きざみ食調製時における野菜類のミネラル変化に関する研究(Cooking loss of minerals in “Kizami Diet”—In case of vegetables—)
- きざみ食調製時における野菜類のミネラル変化に関する研究(Cooking loss of minerals in “Kizami Diet”—In case of vegetables—)
- 川上 明子, 佐々木 弘子, 菅原 龍幸(Akiko Kawakami, Hiroko Sasaki, Tatsuyuki Sugahara)
- P 141-149
Minced diets can be prepared in two different way using 11 kinds of vegetables, that is, in one way the vegetables are minced to a smaller size beforehand and then boiled. In another way, the vegetables are out into the regular size, boiled and then minced to a smaller size. We determined and compared the lose of 7 major types of minerals in these 2 types of minced vegetables. Furthermore, we examined the influence of the mineral content in the water used for boiling on the prepared minced vegetables. The obtained results were as follows.
(1) The vegetables that were minced to a small size and then boiled had a greater mineral content loss, but with a few exceptions, than those obtained by cutting into a regular size, boiled then minced.
(2) The mineral content in the vegetables that increased along with the increased water hardness was only the Mg, which was high from the beginning, when the change in 5 kinds of minerals including Na, K, Ca, Mg, and Fe were examined by boiling the 5 kinds of vegetables in water of different hardness, i.e., 100, 500, 1000, and 1500, prepared from deionized water and commercially available bottled deep-sea drinking water with a hardness of 1500.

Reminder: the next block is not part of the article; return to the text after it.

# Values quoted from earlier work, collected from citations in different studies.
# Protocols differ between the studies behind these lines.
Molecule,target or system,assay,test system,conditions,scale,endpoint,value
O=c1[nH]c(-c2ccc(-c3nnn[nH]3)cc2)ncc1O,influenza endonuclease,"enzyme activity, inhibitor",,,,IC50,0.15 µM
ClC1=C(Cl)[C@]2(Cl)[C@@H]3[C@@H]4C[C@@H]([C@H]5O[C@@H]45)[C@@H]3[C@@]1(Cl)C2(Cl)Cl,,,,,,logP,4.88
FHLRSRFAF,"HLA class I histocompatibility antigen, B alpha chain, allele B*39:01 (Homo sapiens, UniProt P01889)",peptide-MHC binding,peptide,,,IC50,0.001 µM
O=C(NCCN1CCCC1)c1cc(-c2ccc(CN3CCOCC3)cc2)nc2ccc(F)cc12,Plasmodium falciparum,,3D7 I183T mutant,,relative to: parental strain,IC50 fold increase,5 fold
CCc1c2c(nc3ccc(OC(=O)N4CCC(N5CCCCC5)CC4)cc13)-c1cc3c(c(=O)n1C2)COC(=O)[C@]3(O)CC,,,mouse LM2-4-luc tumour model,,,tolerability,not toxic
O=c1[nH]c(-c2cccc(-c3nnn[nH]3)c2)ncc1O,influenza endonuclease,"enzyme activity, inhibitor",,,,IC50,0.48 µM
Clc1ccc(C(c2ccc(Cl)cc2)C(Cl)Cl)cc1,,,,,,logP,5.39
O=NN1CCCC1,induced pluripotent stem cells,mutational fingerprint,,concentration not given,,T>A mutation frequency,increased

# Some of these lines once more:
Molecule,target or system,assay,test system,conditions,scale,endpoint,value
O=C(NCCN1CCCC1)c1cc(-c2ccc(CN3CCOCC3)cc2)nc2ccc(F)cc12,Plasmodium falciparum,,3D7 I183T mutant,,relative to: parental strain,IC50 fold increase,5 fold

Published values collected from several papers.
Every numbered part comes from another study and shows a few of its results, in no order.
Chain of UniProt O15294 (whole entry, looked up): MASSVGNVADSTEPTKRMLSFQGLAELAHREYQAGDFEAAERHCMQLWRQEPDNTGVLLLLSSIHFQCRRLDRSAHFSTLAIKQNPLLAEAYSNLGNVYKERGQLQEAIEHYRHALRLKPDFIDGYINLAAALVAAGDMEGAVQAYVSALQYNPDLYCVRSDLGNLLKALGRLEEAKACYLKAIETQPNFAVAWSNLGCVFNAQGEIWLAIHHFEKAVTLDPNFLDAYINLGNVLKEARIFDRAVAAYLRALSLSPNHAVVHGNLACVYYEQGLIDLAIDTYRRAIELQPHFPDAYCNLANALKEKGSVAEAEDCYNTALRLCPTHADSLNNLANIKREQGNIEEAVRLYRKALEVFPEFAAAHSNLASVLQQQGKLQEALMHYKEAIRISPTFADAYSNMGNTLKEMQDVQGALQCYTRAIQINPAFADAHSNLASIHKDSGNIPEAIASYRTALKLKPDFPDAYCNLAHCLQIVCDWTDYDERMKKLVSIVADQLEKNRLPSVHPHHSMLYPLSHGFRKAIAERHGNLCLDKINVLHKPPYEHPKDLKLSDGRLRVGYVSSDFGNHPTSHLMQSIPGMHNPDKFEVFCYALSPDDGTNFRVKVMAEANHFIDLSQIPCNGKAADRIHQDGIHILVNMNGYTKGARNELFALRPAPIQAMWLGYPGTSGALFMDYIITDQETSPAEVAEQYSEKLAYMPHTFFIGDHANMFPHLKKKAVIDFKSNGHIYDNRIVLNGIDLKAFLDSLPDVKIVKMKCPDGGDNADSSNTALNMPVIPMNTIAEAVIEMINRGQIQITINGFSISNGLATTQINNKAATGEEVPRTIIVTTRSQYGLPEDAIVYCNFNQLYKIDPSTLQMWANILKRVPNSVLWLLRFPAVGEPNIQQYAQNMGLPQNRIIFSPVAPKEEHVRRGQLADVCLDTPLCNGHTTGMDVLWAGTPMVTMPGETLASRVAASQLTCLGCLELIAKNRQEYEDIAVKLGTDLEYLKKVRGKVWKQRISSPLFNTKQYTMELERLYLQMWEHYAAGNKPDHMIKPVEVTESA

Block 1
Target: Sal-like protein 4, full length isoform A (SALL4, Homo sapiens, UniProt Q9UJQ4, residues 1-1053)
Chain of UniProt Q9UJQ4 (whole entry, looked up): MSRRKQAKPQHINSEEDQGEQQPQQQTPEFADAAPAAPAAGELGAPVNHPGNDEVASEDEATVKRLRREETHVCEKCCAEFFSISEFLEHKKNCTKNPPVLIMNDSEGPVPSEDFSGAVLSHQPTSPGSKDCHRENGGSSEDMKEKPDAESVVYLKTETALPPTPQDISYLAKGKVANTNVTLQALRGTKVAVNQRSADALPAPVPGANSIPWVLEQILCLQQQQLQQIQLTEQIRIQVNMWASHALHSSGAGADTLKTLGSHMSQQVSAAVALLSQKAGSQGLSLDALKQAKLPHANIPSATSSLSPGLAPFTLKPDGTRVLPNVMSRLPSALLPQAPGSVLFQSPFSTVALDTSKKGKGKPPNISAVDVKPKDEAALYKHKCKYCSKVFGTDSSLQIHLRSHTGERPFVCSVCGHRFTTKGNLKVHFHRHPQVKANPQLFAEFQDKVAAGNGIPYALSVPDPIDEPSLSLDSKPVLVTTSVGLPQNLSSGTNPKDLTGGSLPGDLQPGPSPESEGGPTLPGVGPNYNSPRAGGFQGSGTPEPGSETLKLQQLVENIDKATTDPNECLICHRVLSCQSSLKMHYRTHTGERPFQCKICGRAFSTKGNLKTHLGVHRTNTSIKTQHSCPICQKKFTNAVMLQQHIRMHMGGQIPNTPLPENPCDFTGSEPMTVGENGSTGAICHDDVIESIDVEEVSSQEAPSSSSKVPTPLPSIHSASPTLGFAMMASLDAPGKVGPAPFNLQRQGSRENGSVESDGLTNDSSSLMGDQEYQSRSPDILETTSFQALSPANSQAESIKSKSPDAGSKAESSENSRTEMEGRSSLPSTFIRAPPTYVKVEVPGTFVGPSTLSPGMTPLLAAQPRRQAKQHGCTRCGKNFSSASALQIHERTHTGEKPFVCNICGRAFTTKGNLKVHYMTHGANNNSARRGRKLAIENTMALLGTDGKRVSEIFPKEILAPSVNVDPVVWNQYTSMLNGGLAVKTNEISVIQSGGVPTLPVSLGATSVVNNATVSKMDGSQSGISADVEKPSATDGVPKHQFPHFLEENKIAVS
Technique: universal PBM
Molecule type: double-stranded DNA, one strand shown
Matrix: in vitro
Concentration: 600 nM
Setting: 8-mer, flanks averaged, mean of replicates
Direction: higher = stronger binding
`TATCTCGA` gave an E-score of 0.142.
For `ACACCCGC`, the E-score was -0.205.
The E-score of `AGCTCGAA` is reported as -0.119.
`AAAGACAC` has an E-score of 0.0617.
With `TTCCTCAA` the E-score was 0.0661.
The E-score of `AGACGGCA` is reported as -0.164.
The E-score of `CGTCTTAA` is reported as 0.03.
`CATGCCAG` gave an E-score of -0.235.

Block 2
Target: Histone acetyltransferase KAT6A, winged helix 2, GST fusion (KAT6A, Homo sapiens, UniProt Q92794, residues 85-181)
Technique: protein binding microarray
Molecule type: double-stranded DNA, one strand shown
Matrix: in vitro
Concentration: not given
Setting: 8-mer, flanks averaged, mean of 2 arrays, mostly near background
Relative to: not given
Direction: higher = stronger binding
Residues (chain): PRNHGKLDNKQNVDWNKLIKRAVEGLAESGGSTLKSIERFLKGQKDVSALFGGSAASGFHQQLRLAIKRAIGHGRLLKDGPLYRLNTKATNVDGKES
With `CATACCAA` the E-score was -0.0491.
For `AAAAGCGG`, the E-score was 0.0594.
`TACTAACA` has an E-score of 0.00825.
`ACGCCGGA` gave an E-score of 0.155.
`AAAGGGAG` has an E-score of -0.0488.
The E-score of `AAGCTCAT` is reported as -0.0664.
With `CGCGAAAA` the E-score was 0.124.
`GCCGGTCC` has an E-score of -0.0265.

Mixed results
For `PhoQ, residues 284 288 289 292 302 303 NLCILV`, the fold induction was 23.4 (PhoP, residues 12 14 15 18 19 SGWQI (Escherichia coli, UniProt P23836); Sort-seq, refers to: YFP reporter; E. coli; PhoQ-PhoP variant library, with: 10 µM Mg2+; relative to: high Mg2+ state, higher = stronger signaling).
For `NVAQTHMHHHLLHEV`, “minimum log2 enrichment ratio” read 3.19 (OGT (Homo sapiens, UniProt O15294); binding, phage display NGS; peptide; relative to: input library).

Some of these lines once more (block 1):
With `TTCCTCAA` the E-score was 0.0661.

(3) When tap water was used as the water for boiling, it appeared that the mineral in the tap water hardly affected the mineral loss in the minced vegetables.
(4) When the vegetables obtained by draining after boiling with the water of hardness 1500 prepared from the bottled deep-sea drinking water and MgCl2 and those obtained by draining after boiling and rinsing with the deionized water were exmined. The Mg content in the latter was lower than in the former, but higher than that in the control even after rinsing with water. Taking into account these findings, there in the possibility that the increase in the Mg content might have been partly due to the absorption of Mg into the vegetable tissue as well as adhesion.